I’d like to be able to tell you all that I always act, in spite of my fears, but I don’t. My fear of Dentists, born of many, many traumatic dental visits as a child, haunts me to this day. I’ll go to the dentist, but if I get out of a regular dental visit cycle, it’s nearly impossible for me to re-establish one. My rational mind tells me it’ll be ok, and 99 out of 100 times it is, but there’s that little kid still in there constantly reminding me of those ‘other’ times. It’s one fear I’d like to be able to eventually completely conquer.
I still fear failure and rejection, but choose to act now instead of being paralyzed by the fear. Sometimes, all I need is a little encouragement from Maryan, a little word or phrase that lets me know “she” believes I can do it, to propel me forward to action. At other times I manage to get moving on my own.
Let’s take the truck project as an example. This is a much larger restoration project than I’ve ever done alone. I’ve done several with the help of some very talented folks, never one this extensive, on my own. As I began planning it, I had a thousand reasons not to start it. It might cost too much money, take too long, what if we decided we wanted to move and it wasn’t finished, and many, many more.
In the end though, I was able to picture her face, and the smile that this truck, restored and running perfectly, and maybe more importantly, brought to this condition for her, would bring. That thought is what keeps me going out to the shop, and slowly but surely making progress. I still have fears, as I’m working on it, that I’ll be unable to do the task at hand. That my skills won’t be good enough to pull off what I’m trying to do, I keep going anyway.
What I fear most in life now though, is losing loved ones. Family and/or friends, I’ve learned that when they’re gone, they’re gone. There’s no, one last chance, to tell them how you feel, or that your life is better, richer, for having them in it, so you have to tell them now!
I still fear divorce, I’ve been though one, I do not want to go through another. When I started dating after the divorce, if the ‘marriage’ topic came up, I’d let it be known, in no uncertain terms, it was not in the cards for me. Fortunately for me, Maryan felt strongly enough about me (and us) to stay with me anyway. She hadn’t wanted another marriage in her life either, so my attitude wasn’t ‘the end of the world’, although the longer we were together, the more we both began to see we wanted to, and should, get married.
Yep, I was scared as we moved closer to getting, and eventually got, married. I was more nervous this time than the first… some would say with more reason as I knew now the downsides. In retrospect though, it’s the best thing I’ve ever done, she colors my world in ways I’d never imagined. Once again, fear was just an obstacle to be climbed over.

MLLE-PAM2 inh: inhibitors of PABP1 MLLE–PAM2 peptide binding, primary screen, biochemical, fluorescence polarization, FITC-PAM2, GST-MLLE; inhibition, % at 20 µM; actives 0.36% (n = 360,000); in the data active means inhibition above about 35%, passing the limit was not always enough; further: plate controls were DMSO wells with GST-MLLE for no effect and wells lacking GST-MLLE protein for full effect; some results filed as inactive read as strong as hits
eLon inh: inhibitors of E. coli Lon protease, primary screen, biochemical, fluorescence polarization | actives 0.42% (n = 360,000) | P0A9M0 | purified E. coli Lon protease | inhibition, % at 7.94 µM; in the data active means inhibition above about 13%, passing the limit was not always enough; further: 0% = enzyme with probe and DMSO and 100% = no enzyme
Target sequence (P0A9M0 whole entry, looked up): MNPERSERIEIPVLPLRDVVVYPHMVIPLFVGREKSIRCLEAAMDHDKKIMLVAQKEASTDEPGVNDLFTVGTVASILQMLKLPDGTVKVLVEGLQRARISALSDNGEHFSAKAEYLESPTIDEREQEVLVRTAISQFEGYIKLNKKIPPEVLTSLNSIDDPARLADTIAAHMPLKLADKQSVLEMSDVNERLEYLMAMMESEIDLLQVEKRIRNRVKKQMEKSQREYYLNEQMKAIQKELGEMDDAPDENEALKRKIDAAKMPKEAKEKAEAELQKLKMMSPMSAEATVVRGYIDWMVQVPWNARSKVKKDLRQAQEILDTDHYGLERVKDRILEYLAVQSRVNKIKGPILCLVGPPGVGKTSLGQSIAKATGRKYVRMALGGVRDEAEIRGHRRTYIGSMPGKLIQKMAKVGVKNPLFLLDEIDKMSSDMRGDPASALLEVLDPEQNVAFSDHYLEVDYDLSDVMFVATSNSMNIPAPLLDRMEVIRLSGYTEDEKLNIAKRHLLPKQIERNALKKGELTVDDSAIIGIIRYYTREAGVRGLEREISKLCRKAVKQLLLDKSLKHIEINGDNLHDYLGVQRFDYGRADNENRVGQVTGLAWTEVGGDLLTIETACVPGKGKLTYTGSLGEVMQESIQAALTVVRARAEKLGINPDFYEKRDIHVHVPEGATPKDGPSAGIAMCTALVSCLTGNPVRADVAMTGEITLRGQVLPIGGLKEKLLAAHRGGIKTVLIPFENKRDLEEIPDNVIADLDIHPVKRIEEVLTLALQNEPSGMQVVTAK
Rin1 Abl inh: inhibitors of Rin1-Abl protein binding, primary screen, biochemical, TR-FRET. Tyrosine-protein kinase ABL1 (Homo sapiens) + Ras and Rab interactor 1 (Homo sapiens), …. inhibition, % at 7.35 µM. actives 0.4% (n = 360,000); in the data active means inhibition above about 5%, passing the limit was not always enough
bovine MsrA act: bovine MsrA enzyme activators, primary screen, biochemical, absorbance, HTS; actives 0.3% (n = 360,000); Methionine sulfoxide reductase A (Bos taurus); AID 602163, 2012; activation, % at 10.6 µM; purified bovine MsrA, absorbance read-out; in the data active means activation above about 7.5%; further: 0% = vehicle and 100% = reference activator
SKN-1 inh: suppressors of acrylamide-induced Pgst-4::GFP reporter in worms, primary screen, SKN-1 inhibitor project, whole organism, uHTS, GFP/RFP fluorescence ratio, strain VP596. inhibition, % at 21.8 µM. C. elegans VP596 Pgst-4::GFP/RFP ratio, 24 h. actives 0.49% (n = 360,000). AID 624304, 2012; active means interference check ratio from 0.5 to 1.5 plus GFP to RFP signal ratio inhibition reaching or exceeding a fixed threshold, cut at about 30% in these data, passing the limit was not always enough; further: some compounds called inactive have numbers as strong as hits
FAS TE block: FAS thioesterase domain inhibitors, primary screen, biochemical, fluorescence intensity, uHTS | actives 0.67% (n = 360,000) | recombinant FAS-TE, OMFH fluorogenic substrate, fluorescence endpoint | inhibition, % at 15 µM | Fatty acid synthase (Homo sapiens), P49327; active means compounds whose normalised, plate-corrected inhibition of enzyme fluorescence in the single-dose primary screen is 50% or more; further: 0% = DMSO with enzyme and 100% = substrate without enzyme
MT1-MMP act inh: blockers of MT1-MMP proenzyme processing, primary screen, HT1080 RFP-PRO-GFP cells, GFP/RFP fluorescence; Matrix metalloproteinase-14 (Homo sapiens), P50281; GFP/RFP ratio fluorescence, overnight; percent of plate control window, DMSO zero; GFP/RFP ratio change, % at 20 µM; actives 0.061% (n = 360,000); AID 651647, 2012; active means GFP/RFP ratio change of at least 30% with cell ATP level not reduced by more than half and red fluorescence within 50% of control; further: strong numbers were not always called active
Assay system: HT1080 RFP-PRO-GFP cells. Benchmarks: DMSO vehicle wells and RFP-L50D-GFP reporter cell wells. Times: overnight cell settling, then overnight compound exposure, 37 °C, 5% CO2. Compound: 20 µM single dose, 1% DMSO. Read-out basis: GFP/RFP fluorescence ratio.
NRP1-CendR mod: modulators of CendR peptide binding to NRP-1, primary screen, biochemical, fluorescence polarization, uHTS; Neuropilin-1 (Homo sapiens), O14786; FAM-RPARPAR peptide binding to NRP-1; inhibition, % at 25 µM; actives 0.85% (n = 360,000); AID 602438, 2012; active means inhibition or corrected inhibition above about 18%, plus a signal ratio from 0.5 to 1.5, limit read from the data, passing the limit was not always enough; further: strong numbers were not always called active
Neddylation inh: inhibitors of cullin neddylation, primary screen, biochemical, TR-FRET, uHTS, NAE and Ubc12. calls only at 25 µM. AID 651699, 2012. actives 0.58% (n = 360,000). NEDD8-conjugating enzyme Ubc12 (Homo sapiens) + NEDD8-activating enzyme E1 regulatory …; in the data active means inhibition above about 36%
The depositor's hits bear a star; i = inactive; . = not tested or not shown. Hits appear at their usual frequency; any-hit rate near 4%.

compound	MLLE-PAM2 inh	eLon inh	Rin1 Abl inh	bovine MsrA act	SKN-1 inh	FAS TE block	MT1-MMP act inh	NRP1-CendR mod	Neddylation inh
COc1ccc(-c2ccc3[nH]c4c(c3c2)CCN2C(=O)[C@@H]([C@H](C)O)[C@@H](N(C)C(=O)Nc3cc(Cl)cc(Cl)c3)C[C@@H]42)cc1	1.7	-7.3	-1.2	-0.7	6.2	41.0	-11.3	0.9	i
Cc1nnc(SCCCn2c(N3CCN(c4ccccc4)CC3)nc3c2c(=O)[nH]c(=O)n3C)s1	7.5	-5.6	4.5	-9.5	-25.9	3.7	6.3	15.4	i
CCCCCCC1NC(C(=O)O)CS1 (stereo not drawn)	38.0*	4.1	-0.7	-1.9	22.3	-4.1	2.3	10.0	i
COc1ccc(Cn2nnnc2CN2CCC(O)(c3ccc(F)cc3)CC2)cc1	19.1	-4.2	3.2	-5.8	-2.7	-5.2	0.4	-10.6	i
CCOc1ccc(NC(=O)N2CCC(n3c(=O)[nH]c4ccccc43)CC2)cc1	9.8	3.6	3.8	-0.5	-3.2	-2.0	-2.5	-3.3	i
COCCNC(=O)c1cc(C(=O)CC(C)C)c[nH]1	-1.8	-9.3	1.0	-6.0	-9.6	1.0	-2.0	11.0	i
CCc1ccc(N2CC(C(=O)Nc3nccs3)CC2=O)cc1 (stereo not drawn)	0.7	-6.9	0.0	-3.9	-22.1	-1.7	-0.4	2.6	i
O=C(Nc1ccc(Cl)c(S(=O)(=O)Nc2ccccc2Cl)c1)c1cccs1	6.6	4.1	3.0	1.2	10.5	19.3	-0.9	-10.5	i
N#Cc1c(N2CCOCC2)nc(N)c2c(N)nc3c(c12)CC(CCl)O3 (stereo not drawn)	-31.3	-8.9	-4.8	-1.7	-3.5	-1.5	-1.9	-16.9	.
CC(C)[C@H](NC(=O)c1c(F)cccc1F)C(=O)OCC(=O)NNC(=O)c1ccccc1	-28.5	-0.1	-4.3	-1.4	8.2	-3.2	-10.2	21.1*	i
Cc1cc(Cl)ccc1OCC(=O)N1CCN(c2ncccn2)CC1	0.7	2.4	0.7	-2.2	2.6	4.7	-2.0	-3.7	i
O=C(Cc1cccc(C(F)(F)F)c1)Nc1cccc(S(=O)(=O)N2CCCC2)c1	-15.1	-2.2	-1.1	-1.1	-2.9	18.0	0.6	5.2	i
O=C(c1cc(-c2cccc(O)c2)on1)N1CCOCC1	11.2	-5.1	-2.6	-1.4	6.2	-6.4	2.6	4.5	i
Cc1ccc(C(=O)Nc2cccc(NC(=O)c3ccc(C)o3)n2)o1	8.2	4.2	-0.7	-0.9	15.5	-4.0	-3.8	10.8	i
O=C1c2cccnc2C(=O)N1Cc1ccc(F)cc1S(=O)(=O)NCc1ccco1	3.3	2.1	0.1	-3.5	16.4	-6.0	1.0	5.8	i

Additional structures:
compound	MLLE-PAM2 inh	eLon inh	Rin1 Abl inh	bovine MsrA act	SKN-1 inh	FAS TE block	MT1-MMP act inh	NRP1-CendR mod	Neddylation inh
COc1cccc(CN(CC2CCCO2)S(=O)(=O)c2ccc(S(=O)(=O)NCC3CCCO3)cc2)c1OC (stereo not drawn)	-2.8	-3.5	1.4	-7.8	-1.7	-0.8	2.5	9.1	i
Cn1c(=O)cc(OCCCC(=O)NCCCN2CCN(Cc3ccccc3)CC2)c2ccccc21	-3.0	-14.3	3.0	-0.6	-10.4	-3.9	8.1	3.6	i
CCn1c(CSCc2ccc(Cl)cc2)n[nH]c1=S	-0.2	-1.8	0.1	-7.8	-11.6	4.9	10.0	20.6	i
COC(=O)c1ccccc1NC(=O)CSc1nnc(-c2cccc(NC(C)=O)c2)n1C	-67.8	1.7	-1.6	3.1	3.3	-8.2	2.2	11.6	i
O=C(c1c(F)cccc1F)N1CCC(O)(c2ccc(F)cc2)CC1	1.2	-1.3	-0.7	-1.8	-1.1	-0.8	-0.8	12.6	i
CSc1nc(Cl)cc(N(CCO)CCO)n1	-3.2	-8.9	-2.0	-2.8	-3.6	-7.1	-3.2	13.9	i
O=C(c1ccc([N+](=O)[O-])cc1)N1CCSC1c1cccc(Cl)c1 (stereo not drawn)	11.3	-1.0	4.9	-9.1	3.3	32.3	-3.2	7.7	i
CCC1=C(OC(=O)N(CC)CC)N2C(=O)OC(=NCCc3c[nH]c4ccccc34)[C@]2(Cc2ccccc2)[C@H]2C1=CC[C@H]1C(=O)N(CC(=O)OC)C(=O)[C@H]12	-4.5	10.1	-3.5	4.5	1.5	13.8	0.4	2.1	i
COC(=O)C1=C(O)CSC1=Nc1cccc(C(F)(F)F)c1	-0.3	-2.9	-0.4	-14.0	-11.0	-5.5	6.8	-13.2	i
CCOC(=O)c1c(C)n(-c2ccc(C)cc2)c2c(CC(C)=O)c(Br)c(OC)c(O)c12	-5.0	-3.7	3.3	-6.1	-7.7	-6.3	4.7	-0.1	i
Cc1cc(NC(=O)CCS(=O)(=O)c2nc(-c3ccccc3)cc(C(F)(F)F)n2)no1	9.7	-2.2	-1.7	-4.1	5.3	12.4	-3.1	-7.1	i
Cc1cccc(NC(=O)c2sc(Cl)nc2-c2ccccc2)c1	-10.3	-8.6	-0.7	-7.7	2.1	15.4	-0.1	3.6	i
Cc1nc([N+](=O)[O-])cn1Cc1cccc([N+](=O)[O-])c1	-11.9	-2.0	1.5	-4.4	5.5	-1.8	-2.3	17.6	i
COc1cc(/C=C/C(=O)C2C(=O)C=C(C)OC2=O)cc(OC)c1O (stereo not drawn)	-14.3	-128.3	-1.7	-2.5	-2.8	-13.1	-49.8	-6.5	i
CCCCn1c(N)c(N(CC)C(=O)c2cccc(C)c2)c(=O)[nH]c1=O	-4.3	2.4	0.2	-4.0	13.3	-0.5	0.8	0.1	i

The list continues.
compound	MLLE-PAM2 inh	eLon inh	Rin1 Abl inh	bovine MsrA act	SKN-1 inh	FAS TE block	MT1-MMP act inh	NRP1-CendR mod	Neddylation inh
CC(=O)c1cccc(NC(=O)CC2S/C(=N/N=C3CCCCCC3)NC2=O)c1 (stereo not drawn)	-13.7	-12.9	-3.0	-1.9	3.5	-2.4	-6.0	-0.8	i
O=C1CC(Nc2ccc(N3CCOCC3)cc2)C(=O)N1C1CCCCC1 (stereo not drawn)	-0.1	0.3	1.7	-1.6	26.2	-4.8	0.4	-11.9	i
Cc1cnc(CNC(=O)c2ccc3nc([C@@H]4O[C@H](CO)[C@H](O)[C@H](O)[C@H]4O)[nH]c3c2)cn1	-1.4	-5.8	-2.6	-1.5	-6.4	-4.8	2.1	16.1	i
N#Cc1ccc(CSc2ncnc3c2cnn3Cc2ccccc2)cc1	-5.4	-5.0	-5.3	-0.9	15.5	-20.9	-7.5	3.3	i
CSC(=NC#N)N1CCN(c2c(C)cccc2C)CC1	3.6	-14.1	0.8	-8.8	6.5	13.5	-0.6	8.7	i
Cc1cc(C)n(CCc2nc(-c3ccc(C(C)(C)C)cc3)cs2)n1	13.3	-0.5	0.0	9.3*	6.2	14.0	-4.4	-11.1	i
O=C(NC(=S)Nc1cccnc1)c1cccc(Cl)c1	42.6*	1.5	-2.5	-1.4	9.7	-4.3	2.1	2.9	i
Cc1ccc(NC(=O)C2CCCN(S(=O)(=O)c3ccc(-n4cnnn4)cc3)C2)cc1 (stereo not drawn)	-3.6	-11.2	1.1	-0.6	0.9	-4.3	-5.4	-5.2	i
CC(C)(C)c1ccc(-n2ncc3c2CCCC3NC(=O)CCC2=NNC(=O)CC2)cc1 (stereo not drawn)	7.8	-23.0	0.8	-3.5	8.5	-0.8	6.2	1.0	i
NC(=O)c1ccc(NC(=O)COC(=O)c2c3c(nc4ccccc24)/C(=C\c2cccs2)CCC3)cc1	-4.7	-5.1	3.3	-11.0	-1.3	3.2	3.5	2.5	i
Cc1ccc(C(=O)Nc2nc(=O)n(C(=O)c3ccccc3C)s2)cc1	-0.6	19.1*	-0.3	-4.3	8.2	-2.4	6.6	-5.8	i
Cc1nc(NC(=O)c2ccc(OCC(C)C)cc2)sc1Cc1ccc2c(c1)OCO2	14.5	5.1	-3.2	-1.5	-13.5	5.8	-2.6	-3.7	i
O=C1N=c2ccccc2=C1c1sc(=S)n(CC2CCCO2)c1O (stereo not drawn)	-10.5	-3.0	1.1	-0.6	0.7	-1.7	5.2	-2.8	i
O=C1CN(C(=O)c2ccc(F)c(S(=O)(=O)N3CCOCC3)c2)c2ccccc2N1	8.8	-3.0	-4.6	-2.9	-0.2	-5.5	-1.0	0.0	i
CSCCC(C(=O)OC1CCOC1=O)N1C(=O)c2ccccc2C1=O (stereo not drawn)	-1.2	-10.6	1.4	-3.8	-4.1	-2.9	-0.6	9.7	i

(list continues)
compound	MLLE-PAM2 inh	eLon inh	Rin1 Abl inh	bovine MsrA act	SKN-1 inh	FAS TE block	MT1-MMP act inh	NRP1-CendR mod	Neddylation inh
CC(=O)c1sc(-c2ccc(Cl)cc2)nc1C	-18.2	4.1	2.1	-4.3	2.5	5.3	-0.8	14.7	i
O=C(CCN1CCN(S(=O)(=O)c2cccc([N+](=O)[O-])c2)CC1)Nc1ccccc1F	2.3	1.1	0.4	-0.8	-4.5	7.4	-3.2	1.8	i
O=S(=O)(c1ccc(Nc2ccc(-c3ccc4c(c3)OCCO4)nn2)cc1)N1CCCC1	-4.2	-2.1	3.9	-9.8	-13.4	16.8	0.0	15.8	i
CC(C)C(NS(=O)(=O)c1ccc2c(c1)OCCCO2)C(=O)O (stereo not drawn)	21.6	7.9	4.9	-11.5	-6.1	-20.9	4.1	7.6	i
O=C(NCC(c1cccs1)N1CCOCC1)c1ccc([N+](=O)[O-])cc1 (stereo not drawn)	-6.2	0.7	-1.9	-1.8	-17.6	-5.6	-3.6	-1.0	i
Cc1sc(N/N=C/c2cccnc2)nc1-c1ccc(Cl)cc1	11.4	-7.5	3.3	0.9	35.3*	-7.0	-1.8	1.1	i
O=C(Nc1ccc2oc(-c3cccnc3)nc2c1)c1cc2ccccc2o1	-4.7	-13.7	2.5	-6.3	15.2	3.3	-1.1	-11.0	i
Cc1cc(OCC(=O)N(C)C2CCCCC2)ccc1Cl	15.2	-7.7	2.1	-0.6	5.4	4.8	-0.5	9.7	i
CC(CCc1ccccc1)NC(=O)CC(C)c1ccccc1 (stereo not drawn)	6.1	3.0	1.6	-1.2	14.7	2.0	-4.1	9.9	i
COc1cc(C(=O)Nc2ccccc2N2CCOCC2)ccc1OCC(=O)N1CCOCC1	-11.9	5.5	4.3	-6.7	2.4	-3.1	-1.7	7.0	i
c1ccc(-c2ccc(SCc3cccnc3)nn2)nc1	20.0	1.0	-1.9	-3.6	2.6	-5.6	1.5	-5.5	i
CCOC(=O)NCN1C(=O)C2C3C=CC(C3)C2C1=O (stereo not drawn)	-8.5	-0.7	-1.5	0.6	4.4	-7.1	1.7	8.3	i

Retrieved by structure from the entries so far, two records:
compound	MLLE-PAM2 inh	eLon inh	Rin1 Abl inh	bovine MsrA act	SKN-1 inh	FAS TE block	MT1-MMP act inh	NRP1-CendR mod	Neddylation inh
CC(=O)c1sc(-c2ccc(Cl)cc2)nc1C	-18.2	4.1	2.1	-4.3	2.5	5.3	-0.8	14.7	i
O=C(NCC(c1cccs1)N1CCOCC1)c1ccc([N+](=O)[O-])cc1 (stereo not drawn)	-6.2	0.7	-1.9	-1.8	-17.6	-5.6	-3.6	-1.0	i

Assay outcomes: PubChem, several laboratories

That’s what I try to do these days, square up on my fears and climb over them. I’m not always successful, but, I keep trying.
What am I afraid of now?
- Moving back to New York. I know I’d be happy living close to my friends again, but, there’s not the work there, that there is here. I’ve grown accustomed to being able to pay the bills!
- Not moving back to New York. I’ve been away over ten years now, I’ve met some new friends along the way, but none that are even remotely close to the folks there.
- Something happening to the Mrs. I don’t know how I could deal with that. Greg commented on how she keeps me sane, and the truth is, she does. Sane and centered, before her I was very much ‘in the wind’.
- Not being able to finish my novel, it was moving along so quickly at first, then the muse left me, and it’s been difficult to find it again.
- Finishing the novel and being told it’s not worth publishing. Even though I know that’s the most likely outcome, I still fear that likely eventuality.
Well... that’s enough about fear(s) for now, I hadn’t really intended to write this much, but once I started it just sort of flowed out.
Maryan is doing MUCH better today! The fever is gone and she’s been sleeping a lot, which she should be! She’s also moving about the house pretty well, and trying to do things she shouldn’t be doing (which lets me know she is truly feeling better!).
Once again I want to thank all of you for your prayers, thoughts and words of encouragement, both of us greatly appreciated each of them!!